The Romance of Origins: Language and Sexual Difference in Middle English Literature

By Gayle Margherita | Go to book overview

imperative that subtends Marxist literary theory.3 Similarly, David Aers has drawn on Marxist economic theory in attempting to create a social context for medieval texts, distancing himself in the process both from "poststructuralizing assertions" that deny the existence of extralinguistic reality and from "literary scholarship," which "tends to ignore the material foundations of medieval culture."4 For both scholars, history and materiality are foundational and primary, the thingly origin from which language and literature emerge, and to which the rigorous scholar must return them. This romance of the origin pits "history" against "literariness" in a dialectical struggle whose synthetic resolution holds out the promise of return and of moving not, as Hegel would have it, to the realm of Spirit that is the end of History, but rather to the equally transcendent space that exists outside language: the end, if you will, of literature.

If we wish to move beyond this reductive and unadventurous oppositional frame, it seems to me that we must begin to engage more honestly with the issues and challenges posed by a post-structuralism that seeks to unsettle the notions of archē and telos that underwrite most historicisms, and to restore the historicity to history. Far from foreclosing the possibility of history, deconstruction and psychoanalysis offer frameworks whereby we might begin to read and write different kinds of histories -- to interrogate, for example, the fantasmatic construction of fascism, the connection between pathology and theology in mystical texts, the ways in which fantasy and reality are mutually implicated at precise moments of historical trauma or crisis. Perhaps more important, these theoretical interventions pose the question of history in an ethical sense. What is the at stake in the notion of an extralinguistic origin, when our understanding of origins is so dependent on assumptions about gender, race, and class? How do literary conventions and genres encode the "drama of the origin" in ways that sustain and/or subvert the metaphysical presuppositions and psychic fantasies that in turn sustain patriarchal, nationalist, and aristocratic hegemony? How does the public/private opposition inform what "counts" as history? To what extent, in short, does our historical memory depend on a strategic "forgetting" of the conditions of historical meaning?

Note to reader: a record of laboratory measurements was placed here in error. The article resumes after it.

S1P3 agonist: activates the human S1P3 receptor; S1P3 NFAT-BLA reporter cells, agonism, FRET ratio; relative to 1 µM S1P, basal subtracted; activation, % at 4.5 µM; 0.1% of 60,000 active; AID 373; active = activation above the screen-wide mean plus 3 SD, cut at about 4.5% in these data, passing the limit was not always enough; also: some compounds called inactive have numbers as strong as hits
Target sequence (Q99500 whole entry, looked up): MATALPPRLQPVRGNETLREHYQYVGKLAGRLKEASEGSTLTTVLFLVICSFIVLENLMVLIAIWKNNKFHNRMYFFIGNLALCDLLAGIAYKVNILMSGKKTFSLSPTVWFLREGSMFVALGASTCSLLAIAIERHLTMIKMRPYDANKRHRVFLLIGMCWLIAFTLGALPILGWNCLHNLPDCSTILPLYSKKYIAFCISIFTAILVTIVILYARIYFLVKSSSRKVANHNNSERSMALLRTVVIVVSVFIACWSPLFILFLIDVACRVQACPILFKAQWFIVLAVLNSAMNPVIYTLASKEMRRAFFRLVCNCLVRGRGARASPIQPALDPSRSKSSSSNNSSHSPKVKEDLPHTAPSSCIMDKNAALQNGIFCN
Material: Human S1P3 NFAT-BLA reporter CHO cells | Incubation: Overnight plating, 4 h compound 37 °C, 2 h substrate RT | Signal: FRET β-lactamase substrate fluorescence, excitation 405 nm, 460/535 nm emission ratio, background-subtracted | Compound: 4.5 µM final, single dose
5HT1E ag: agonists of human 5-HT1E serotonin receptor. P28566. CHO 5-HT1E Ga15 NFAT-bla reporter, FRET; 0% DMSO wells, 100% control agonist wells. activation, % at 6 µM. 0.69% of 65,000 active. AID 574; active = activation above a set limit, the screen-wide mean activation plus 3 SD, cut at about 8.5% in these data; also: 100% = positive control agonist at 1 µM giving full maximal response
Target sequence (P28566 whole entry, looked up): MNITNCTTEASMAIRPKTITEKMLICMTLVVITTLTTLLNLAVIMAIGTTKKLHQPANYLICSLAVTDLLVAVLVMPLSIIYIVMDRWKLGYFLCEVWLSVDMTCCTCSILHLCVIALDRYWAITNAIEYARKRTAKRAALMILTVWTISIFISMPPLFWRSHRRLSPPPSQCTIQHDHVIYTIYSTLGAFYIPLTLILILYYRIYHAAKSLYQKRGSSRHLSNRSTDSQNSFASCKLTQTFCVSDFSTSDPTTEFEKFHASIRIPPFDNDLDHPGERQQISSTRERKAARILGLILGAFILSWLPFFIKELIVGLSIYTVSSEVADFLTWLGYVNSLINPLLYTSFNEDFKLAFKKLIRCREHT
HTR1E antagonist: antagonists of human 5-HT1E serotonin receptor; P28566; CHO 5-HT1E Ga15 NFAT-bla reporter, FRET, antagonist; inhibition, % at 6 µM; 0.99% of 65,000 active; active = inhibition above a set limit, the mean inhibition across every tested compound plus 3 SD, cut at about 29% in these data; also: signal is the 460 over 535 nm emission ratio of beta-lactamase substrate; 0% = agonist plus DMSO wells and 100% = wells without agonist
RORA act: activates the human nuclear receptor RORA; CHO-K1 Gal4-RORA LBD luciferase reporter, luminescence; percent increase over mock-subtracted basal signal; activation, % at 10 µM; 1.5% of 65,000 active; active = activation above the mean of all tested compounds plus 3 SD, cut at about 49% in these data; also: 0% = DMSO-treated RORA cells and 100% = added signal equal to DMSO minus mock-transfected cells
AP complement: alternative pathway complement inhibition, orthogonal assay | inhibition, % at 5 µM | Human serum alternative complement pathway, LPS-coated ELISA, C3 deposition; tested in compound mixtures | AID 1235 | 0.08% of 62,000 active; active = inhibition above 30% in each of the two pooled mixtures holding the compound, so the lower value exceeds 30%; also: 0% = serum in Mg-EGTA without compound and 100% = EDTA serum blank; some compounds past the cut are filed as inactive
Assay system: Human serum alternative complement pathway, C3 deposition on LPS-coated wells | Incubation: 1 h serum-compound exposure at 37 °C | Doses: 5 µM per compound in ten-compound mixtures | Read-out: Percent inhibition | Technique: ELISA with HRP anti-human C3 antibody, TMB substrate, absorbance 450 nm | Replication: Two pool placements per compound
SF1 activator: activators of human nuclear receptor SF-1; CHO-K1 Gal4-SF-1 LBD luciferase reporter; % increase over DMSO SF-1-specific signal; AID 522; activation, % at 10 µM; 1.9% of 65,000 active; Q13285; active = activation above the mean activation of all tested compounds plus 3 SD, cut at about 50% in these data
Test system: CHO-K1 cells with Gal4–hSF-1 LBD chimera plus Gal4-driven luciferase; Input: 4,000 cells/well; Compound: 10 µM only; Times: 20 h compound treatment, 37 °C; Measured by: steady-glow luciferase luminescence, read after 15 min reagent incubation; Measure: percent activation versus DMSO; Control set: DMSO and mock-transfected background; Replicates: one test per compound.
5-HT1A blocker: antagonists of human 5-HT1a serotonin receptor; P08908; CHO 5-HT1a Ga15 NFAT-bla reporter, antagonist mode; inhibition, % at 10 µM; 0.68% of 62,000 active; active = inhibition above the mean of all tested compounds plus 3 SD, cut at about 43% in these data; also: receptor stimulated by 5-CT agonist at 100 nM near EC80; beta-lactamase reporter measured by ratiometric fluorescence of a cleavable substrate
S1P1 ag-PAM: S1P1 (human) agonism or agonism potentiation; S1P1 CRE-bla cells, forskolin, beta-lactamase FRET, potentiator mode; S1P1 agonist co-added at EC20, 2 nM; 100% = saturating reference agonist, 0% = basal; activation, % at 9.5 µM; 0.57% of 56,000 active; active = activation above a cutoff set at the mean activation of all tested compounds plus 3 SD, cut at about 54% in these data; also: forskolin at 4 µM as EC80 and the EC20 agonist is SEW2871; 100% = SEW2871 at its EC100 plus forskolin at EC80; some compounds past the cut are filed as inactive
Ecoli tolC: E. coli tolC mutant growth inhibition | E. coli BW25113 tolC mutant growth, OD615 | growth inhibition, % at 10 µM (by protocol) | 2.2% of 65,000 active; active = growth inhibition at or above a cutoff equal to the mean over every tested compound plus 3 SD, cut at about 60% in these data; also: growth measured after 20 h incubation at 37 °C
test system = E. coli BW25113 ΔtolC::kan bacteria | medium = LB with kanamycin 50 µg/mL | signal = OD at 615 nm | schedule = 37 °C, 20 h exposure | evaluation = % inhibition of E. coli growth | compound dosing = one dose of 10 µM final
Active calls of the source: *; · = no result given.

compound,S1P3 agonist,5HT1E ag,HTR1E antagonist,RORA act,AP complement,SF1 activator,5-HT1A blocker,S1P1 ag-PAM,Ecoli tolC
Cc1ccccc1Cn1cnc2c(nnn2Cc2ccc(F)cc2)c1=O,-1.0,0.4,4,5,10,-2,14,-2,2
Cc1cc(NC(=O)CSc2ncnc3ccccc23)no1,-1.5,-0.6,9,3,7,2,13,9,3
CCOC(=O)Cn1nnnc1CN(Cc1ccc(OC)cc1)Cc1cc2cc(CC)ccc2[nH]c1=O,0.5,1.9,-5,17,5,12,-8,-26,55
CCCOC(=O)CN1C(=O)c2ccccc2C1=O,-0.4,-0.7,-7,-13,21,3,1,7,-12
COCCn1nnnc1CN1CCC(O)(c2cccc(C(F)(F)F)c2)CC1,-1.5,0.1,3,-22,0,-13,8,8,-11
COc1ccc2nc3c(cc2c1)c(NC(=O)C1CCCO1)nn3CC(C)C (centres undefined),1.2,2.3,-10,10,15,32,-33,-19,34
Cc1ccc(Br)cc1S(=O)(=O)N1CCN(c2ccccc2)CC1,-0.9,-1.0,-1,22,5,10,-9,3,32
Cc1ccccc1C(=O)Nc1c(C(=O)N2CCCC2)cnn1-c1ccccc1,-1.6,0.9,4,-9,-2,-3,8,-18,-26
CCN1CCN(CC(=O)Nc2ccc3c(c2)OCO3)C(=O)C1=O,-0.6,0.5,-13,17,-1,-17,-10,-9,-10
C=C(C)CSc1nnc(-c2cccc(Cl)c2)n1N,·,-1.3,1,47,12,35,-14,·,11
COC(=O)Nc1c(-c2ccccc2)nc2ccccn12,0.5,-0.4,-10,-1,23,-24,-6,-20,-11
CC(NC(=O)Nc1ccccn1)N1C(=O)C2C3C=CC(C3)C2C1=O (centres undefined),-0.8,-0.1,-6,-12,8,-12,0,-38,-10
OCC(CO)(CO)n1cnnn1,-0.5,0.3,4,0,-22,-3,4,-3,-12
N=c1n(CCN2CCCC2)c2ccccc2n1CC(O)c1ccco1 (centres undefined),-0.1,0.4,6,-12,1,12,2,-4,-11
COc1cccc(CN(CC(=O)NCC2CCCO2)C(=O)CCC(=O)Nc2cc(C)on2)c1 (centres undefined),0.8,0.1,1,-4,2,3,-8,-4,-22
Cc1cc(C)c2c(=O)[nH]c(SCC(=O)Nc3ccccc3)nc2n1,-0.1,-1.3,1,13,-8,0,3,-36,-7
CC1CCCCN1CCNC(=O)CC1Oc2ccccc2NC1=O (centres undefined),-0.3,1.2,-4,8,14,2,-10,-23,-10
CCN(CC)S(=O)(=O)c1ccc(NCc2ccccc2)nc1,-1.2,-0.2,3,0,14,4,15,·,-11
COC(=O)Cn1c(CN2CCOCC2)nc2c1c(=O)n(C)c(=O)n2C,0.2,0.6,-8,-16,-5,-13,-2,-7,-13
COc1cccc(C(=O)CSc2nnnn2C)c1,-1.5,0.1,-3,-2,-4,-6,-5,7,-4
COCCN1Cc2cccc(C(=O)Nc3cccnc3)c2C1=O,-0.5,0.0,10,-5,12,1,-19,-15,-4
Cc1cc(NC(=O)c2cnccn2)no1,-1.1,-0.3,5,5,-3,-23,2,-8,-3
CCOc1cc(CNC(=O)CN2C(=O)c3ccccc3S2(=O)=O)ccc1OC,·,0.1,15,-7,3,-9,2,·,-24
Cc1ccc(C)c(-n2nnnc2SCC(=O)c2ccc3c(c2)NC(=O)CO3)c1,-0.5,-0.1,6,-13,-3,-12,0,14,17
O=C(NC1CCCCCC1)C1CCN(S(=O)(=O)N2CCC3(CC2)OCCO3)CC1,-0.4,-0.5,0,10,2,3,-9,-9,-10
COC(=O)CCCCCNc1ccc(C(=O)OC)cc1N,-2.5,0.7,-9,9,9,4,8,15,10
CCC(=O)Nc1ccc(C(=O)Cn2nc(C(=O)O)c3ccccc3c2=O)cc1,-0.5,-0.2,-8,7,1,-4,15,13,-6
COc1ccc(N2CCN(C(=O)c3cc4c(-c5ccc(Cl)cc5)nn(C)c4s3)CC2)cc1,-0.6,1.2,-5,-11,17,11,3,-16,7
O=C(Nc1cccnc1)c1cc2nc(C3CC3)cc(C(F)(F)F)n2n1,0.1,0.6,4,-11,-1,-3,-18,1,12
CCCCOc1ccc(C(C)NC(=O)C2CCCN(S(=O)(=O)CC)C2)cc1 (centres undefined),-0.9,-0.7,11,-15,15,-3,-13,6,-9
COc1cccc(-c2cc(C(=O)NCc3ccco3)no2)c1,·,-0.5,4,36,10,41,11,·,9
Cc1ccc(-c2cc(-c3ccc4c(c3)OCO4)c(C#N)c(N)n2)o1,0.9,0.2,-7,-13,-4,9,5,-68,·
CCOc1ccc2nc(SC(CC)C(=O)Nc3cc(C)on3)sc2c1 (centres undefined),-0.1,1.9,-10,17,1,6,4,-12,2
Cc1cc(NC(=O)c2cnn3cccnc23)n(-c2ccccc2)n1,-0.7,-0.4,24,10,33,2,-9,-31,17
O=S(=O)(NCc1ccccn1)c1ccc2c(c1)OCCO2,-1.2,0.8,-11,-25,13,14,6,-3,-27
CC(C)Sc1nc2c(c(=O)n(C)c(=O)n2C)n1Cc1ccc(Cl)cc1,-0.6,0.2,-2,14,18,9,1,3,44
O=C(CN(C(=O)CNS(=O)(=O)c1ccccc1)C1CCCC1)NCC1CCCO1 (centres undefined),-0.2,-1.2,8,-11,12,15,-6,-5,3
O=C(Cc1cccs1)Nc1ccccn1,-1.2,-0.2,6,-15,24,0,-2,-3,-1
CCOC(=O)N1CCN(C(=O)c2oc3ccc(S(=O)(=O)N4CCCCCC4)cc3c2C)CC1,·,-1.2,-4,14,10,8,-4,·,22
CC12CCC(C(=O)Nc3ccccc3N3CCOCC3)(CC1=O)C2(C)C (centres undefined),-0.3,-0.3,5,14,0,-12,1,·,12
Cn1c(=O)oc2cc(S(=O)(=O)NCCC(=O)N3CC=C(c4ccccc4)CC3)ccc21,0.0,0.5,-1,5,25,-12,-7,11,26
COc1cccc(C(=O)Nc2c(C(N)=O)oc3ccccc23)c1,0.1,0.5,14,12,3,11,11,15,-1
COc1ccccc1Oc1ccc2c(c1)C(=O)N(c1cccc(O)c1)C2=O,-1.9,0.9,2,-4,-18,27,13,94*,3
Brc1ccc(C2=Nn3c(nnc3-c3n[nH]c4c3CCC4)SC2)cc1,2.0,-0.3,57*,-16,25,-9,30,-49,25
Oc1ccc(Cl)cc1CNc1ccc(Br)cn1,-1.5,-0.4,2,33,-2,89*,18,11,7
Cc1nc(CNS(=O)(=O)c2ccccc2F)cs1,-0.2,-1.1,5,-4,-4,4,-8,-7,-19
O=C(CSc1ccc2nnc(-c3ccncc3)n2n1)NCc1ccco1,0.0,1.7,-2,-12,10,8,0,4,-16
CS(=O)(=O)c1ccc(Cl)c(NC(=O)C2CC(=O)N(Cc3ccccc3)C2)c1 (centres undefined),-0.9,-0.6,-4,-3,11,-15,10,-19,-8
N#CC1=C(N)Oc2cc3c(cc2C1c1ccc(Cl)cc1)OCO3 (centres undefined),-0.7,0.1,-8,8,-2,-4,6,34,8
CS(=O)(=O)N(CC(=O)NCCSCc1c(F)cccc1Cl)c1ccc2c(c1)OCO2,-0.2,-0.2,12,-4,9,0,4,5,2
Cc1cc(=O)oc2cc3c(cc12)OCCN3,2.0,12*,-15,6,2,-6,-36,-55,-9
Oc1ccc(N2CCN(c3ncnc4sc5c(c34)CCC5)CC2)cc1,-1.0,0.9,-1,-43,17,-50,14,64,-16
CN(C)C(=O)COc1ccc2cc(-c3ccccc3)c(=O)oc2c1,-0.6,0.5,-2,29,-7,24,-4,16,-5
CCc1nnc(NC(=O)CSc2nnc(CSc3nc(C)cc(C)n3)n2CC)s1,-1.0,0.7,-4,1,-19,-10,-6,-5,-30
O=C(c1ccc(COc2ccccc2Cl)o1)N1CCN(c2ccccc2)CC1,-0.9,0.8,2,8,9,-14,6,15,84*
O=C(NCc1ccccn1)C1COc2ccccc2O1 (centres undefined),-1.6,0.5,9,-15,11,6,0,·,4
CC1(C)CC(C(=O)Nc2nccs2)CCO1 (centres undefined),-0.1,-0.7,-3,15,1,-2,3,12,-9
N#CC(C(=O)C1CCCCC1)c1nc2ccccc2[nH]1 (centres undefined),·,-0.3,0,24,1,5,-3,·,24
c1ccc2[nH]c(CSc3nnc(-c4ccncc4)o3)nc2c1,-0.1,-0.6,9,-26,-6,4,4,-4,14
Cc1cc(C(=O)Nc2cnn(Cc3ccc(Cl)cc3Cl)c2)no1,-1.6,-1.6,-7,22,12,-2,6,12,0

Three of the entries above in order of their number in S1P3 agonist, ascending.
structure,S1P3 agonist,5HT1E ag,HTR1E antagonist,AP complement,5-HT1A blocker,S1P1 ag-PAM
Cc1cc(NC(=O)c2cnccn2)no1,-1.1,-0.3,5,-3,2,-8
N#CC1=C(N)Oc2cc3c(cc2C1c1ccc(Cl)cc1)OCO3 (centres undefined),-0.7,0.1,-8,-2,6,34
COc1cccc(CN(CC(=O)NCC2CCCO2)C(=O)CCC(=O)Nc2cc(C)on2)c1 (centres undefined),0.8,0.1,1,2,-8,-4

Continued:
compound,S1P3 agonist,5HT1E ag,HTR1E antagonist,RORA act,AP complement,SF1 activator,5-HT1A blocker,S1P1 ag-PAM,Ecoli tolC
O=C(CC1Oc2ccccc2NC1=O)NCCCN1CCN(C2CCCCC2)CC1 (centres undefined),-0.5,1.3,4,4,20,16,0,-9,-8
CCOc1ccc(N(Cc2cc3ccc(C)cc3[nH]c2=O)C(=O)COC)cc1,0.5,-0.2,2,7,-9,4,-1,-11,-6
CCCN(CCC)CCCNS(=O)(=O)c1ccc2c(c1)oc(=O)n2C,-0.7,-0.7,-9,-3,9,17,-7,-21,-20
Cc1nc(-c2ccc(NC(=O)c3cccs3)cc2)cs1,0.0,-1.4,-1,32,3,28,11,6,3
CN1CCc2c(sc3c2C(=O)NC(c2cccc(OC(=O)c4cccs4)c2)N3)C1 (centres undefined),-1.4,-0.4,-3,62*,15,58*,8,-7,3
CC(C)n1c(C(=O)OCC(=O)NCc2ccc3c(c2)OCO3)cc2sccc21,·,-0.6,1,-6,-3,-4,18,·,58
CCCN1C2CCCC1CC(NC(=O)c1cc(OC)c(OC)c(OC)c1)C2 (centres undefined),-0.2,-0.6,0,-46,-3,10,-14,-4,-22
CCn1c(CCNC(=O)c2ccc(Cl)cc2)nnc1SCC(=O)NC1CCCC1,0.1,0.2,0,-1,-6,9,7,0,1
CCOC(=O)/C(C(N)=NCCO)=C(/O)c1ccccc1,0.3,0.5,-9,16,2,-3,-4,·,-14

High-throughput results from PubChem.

In his case history of the Wolf Man, Freud asserted that "dreams are another kind of remembering." In this book, I will make a similar claim: literature is another kind of history. As the condensations and displacements of the dream-work enable us to both remember and forget psychic trauma, so the tropes that constitute "literature" are the culturally-specific traces of histories remembered and forgotten, of a past that is uncannily

-xi-

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The Romance of Origins: Language and Sexual Difference in Middle English Literature
Table of contents

Table of contents

  • Title Page iii
  • Contents vii
  • Preface ix
  • Acknowledgments xv
  • Introduction: the Psychic Life of the Past 1
  • 1. Margery Kempe and the Pathology of Writing 15
  • 2. Body and Metaphor in the Middle English Juliana 43
  • 3 - Women and Riot in the Harley Lyrics 62
  • 4. Originary Fantasies and Chaucer's Book of the Duchess 82
  • 5. Historicity, Femininity, and Chaucer's Troilus 100
  • 6. Father Aeneas or Morgan the Goddess 129
  • Afterword: the Medieval Thing 153
  • Appendix 163
  • Notes 179
  • Bibliography 203
  • Index 211
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